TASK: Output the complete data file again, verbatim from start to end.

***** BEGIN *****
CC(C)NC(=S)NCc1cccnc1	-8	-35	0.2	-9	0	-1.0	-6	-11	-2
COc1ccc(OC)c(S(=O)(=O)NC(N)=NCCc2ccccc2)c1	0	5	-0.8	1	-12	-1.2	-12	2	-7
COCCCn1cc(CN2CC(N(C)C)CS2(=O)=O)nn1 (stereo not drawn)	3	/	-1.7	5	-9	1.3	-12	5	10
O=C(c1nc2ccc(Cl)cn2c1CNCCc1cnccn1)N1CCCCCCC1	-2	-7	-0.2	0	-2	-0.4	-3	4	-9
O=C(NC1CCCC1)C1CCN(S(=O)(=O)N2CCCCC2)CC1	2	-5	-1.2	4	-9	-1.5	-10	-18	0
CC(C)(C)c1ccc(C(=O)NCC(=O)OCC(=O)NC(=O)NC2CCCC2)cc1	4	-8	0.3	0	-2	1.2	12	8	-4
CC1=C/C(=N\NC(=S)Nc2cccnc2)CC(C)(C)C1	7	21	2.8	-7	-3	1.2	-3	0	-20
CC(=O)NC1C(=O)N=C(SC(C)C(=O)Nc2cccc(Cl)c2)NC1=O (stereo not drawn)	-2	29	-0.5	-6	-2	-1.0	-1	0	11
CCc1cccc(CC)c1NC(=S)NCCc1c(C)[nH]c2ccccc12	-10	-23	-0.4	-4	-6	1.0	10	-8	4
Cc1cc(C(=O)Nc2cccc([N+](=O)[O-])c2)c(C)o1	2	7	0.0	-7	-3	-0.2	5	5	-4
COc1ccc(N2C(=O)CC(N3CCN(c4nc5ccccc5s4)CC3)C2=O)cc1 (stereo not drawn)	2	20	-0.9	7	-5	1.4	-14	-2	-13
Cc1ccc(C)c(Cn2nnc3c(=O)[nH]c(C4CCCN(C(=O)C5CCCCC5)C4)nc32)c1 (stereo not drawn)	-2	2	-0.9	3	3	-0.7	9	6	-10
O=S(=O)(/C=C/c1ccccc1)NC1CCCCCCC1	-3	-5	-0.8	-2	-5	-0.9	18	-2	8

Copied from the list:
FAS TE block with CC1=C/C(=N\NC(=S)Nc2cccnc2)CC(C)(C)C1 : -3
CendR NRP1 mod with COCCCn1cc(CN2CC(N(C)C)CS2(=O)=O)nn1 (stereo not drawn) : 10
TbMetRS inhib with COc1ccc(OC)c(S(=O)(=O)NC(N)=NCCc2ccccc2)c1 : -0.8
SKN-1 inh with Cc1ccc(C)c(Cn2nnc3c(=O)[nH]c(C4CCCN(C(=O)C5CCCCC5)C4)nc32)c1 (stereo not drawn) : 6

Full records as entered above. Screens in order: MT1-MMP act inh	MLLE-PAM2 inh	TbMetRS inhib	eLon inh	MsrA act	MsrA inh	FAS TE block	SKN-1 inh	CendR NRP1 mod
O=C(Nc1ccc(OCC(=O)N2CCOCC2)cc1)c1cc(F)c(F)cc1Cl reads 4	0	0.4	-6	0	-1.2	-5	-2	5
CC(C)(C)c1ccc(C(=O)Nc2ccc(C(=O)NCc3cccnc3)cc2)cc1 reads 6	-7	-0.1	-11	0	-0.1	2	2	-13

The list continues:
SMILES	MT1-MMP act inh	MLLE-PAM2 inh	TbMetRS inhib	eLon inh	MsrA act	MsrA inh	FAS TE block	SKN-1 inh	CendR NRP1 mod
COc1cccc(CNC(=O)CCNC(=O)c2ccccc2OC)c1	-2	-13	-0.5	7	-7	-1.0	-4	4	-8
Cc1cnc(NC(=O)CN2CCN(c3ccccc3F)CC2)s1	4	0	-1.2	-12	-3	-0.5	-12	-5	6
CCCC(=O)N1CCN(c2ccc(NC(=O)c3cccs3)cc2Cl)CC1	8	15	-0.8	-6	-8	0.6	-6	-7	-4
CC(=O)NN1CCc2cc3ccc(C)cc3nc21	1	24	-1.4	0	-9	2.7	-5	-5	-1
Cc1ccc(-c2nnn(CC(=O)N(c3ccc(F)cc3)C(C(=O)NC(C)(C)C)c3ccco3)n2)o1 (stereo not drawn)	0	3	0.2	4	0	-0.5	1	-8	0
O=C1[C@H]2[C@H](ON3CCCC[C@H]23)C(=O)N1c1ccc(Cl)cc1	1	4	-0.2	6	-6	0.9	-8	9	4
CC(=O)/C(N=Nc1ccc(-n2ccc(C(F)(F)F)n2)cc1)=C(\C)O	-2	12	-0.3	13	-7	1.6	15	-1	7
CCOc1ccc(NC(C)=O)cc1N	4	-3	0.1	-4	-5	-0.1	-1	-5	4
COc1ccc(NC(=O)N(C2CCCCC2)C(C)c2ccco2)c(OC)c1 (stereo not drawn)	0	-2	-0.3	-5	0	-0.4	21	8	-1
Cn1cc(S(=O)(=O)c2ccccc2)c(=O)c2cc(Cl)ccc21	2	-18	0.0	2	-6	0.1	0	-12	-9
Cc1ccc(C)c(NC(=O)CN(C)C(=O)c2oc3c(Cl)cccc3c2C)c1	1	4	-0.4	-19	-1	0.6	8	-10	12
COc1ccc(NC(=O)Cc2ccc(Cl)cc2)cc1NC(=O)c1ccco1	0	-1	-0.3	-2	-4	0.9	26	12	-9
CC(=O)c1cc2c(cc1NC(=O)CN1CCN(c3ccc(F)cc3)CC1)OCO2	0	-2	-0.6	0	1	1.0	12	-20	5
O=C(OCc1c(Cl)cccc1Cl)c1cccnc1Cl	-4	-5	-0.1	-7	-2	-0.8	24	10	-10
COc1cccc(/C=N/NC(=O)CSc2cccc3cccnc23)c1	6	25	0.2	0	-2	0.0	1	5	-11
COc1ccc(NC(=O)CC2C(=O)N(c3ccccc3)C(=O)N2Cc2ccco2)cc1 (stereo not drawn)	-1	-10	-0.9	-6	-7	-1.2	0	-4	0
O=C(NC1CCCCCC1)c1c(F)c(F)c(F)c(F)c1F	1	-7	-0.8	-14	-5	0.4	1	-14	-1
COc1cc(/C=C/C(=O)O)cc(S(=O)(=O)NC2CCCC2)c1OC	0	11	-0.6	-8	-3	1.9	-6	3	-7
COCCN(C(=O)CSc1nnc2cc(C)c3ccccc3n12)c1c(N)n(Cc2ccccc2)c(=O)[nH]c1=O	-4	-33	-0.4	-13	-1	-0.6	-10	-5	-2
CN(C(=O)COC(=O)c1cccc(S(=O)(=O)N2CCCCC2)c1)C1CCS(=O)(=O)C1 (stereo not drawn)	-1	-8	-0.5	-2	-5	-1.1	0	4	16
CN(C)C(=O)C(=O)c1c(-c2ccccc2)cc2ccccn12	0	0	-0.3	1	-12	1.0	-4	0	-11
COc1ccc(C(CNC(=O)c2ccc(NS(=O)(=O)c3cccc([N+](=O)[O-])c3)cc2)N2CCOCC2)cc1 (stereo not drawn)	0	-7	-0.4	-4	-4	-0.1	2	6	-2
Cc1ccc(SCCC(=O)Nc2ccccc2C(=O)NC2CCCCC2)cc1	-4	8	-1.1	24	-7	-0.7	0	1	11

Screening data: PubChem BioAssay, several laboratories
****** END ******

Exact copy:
CC(C)NC(=S)NCc1cccnc1	-8	-35	0.2	-9	0	-1.0	-6	-11	-2
COc1ccc(OC)c(S(=O)(=O)NC(N)=NCCc2ccccc2)c1	0	5	-0.8	1	-12	-1.2	-12	2	-7
COCCCn1cc(CN2CC(N(C)C)CS2(=O)=O)nn1 (stereo not drawn)	3	/	-1.7	5	-9	1.3	-12	5	10
O=C(c1nc2ccc(Cl)cn2c1CNCCc1cnccn1)N1CCCCCCC1	-2	-7	-0.2	0	-2	-0.4	-3	4	-9
O=C(NC1CCCC1)C1CCN(S(=O)(=O)N2CCCCC2)CC1	2	-5	-1.2	4	-9	-1.5	-10	-18	0
CC(C)(C)c1ccc(C(=O)NCC(=O)OCC(=O)NC(=O)NC2CCCC2)cc1	4	-8	0.3	0	-2	1.2	12	8	-4
CC1=C/C(=N\NC(=S)Nc2cccnc2)CC(C)(C)C1	7	21	2.8	-7	-3	1.2	-3	0	-20
CC(=O)NC1C(=O)N=C(SC(C)C(=O)Nc2cccc(Cl)c2)NC1=O (stereo not drawn)	-2	29	-0.5	-6	-2	-1.0	-1	0	11
CCc1cccc(CC)c1NC(=S)NCCc1c(C)[nH]c2ccccc12	-10	-23	-0.4	-4	-6	1.0	10	-8	4
Cc1cc(C(=O)Nc2cccc([N+](=O)[O-])c2)c(C)o1	2	7	0.0	-7	-3	-0.2	5	5	-4
COc1ccc(N2C(=O)CC(N3CCN(c4nc5ccccc5s4)CC3)C2=O)cc1 (stereo not drawn)	2	20	-0.9	7	-5	1.4	-14	-2	-13
Cc1ccc(C)c(Cn2nnc3c(=O)[nH]c(C4CCCN(C(=O)C5CCCCC5)C4)nc32)c1 (stereo not drawn)	-2	2	-0.9	3	3	-0.7	9	6	-10
O=S(=O)(/C=C/c1ccccc1)NC1CCCCCCC1	-3	-5	-0.8	-2	-5	-0.9	18	-2	8

Copied from the list:
FAS TE block with CC1=C/C(=N\NC(=S)Nc2cccnc2)CC(C)(C)C1 : -3
CendR NRP1 mod with COCCCn1cc(CN2CC(N(C)C)CS2(=O)=O)nn1 (stereo not drawn) : 10
TbMetRS inhib with COc1ccc(OC)c(S(=O)(=O)NC(N)=NCCc2ccccc2)c1 : -0.8
SKN-1 inh with Cc1ccc(C)c(Cn2nnc3c(=O)[nH]c(C4CCCN(C(=O)C5CCCCC5)C4)nc32)c1 (stereo not drawn) : 6

Full records as entered above. Screens in order: MT1-MMP act inh	MLLE-PAM2 inh	TbMetRS inhib	eLon inh	MsrA act	MsrA inh	FAS TE block	SKN-1 inh	CendR NRP1 mod
O=C(Nc1ccc(OCC(=O)N2CCOCC2)cc1)c1cc(F)c(F)cc1Cl reads 4	0	0.4	-6	0	-1.2	-5	-2	5
CC(C)(C)c1ccc(C(=O)Nc2ccc(C(=O)NCc3cccnc3)cc2)cc1 reads 6	-7	-0.1	-11	0	-0.1	2	2	-13

The list continues:
SMILES	MT1-MMP act inh	MLLE-PAM2 inh	TbMetRS inhib	eLon inh	MsrA act	MsrA inh	FAS TE block	SKN-1 inh	CendR NRP1 mod
COc1cccc(CNC(=O)CCNC(=O)c2ccccc2OC)c1	-2	-13	-0.5	7	-7	-1.0	-4	4	-8
Cc1cnc(NC(=O)CN2CCN(c3ccccc3F)CC2)s1	4	0	-1.2	-12	-3	-0.5	-12	-5	6
CCCC(=O)N1CCN(c2ccc(NC(=O)c3cccs3)cc2Cl)CC1	8	15	-0.8	-6	-8	0.6	-6	-7	-4
CC(=O)NN1CCc2cc3ccc(C)cc3nc21	1	24	-1.4	0	-9	2.7	-5	-5	-1
Cc1ccc(-c2nnn(CC(=O)N(c3ccc(F)cc3)C(C(=O)NC(C)(C)C)c3ccco3)n2)o1 (stereo not drawn)	0	3	0.2	4	0	-0.5	1	-8	0
O=C1[C@H]2[C@H](ON3CCCC[C@H]23)C(=O)N1c1ccc(Cl)cc1	1	4	-0.2	6	-6	0.9	-8	9	4
CC(=O)/C(N=Nc1ccc(-n2ccc(C(F)(F)F)n2)cc1)=C(\C)O	-2	12	-0.3	13	-7	1.6	15	-1	7
CCOc1ccc(NC(C)=O)cc1N	4	-3	0.1	-4	-5	-0.1	-1	-5	4
COc1ccc(NC(=O)N(C2CCCCC2)C(C)c2ccco2)c(OC)c1 (stereo not drawn)	0	-2	-0.3	-5	0	-0.4	21	8	-1
Cn1cc(S(=O)(=O)c2ccccc2)c(=O)c2cc(Cl)ccc21	2	-18	0.0	2	-6	0.1	0	-12	-9
Cc1ccc(C)c(NC(=O)CN(C)C(=O)c2oc3c(Cl)cccc3c2C)c1	1	4	-0.4	-19	-1	0.6	8	-10	12
COc1ccc(NC(=O)Cc2ccc(Cl)cc2)cc1NC(=O)c1ccco1	0	-1	-0.3	-2	-4	0.9	26	12	-9
CC(=O)c1cc2c(cc1NC(=O)CN1CCN(c3ccc(F)cc3)CC1)OCO2	0	-2	-0.6	0	1	1.0	12	-20	5
O=C(OCc1c(Cl)cccc1Cl)c1cccnc1Cl	-4	-5	-0.1	-7	-2	-0.8	24	10	-10
COc1cccc(/C=N/NC(=O)CSc2cccc3cccnc23)c1	6	25	0.2	0	-2	0.0	1	5	-11
COc1ccc(NC(=O)CC2C(=O)N(c3ccccc3)C(=O)N2Cc2ccco2)cc1 (stereo not drawn)	-1	-10	-0.9	-6	-7	-1.2	0	-4	0
O=C(NC1CCCCCC1)c1c(F)c(F)c(F)c(F)c1F	1	-7	-0.8	-14	-5	0.4	1	-14	-1
COc1cc(/C=C/C(=O)O)cc(S(=O)(=O)NC2CCCC2)c1OC	0	11	-0.6	-8	-3	1.9	-6	3	-7
COCCN(C(=O)CSc1nnc2cc(C)c3ccccc3n12)c1c(N)n(Cc2ccccc2)c(=O)[nH]c1=O	-4	-33	-0.4	-13	-1	-0.6	-10	-5	-2
CN(C(=O)COC(=O)c1cccc(S(=O)(=O)N2CCCCC2)c1)C1CCS(=O)(=O)C1 (stereo not drawn)	-1	-8	-0.5	-2	-5	-1.1	0	4	16
CN(C)C(=O)C(=O)c1c(-c2ccccc2)cc2ccccn12	0	0	-0.3	1	-12	1.0	-4	0	-11
COc1ccc(C(CNC(=O)c2ccc(NS(=O)(=O)c3cccc([N+](=O)[O-])c3)cc2)N2CCOCC2)cc1 (stereo not drawn)	0	-7	-0.4	-4	-4	-0.1	2	6	-2
Cc1ccc(SCCC(=O)Nc2ccccc2C(=O)NC2CCCCC2)cc1	-4	8	-1.1	24	-7	-0.7	0	1	11

Screening data: PubChem BioAssay, several laboratories